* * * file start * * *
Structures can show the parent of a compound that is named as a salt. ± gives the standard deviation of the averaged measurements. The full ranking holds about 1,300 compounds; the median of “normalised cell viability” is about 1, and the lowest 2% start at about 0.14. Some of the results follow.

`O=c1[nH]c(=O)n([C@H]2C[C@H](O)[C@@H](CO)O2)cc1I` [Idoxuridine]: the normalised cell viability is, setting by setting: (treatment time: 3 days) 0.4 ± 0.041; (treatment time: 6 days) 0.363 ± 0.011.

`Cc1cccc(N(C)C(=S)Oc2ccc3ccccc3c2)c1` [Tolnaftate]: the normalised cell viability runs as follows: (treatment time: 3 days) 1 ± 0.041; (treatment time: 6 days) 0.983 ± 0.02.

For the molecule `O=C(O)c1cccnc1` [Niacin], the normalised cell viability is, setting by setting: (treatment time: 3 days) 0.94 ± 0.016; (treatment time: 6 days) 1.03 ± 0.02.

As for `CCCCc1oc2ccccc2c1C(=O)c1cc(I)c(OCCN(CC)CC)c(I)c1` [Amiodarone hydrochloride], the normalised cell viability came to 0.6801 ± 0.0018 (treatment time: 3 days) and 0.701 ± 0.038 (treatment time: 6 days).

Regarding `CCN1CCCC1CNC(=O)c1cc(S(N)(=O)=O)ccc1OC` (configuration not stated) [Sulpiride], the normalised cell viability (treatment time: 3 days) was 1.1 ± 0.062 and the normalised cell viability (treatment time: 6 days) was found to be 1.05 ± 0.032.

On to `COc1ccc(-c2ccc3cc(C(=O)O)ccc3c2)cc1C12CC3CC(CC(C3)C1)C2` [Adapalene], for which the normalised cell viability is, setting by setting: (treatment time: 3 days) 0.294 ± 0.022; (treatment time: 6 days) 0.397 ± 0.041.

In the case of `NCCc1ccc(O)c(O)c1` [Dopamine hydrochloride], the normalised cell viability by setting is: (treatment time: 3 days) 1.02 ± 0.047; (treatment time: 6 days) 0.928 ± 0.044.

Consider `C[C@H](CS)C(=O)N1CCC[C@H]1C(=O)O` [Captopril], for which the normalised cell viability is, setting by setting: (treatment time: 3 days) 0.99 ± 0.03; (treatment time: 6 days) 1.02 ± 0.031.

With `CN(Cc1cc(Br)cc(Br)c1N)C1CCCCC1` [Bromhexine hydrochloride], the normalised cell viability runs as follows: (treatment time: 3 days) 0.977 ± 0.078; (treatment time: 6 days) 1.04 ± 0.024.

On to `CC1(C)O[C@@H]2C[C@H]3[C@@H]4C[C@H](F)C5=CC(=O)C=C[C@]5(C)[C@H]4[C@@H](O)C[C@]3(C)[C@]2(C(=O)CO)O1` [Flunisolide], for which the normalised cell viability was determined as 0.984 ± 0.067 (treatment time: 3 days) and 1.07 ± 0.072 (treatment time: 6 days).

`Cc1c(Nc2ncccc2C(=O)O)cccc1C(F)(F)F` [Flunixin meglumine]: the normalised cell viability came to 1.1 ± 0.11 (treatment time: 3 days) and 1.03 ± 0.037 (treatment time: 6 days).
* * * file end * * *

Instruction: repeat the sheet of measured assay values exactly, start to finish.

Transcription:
Structures can show the parent of a compound that is named as a salt. ± gives the standard deviation of the averaged measurements. The full ranking holds about 1,300 compounds; the median of “normalised cell viability” is about 1, and the lowest 2% start at about 0.14. Some of the results follow.

`O=c1[nH]c(=O)n([C@H]2C[C@H](O)[C@@H](CO)O2)cc1I` [Idoxuridine]: the normalised cell viability is, setting by setting: (treatment time: 3 days) 0.4 ± 0.041; (treatment time: 6 days) 0.363 ± 0.011.

`Cc1cccc(N(C)C(=S)Oc2ccc3ccccc3c2)c1` [Tolnaftate]: the normalised cell viability runs as follows: (treatment time: 3 days) 1 ± 0.041; (treatment time: 6 days) 0.983 ± 0.02.

For the molecule `O=C(O)c1cccnc1` [Niacin], the normalised cell viability is, setting by setting: (treatment time: 3 days) 0.94 ± 0.016; (treatment time: 6 days) 1.03 ± 0.02.

As for `CCCCc1oc2ccccc2c1C(=O)c1cc(I)c(OCCN(CC)CC)c(I)c1` [Amiodarone hydrochloride], the normalised cell viability came to 0.6801 ± 0.0018 (treatment time: 3 days) and 0.701 ± 0.038 (treatment time: 6 days).

Regarding `CCN1CCCC1CNC(=O)c1cc(S(N)(=O)=O)ccc1OC` (configuration not stated) [Sulpiride], the normalised cell viability (treatment time: 3 days) was 1.1 ± 0.062 and the normalised cell viability (treatment time: 6 days) was found to be 1.05 ± 0.032.

On to `COc1ccc(-c2ccc3cc(C(=O)O)ccc3c2)cc1C12CC3CC(CC(C3)C1)C2` [Adapalene], for which the normalised cell viability is, setting by setting: (treatment time: 3 days) 0.294 ± 0.022; (treatment time: 6 days) 0.397 ± 0.041.

In the case of `NCCc1ccc(O)c(O)c1` [Dopamine hydrochloride], the normalised cell viability by setting is: (treatment time: 3 days) 1.02 ± 0.047; (treatment time: 6 days) 0.928 ± 0.044.

Consider `C[C@H](CS)C(=O)N1CCC[C@H]1C(=O)O` [Captopril], for which the normalised cell viability is, setting by setting: (treatment time: 3 days) 0.99 ± 0.03; (treatment time: 6 days) 1.02 ± 0.031.

With `CN(Cc1cc(Br)cc(Br)c1N)C1CCCCC1` [Bromhexine hydrochloride], the normalised cell viability runs as follows: (treatment time: 3 days) 0.977 ± 0.078; (treatment time: 6 days) 1.04 ± 0.024.

On to `CC1(C)O[C@@H]2C[C@H]3[C@@H]4C[C@H](F)C5=CC(=O)C=C[C@]5(C)[C@H]4[C@@H](O)C[C@]3(C)[C@]2(C(=O)CO)O1` [Flunisolide], for which the normalised cell viability was determined as 0.984 ± 0.067 (treatment time: 3 days) and 1.07 ± 0.072 (treatment time: 6 days).

`Cc1c(Nc2ncccc2C(=O)O)cccc1C(F)(F)F` [Flunixin meglumine]: the normalised cell viability came to 1.1 ± 0.11 (treatment time: 3 days) and 1.03 ± 0.037 (treatment time: 6 days).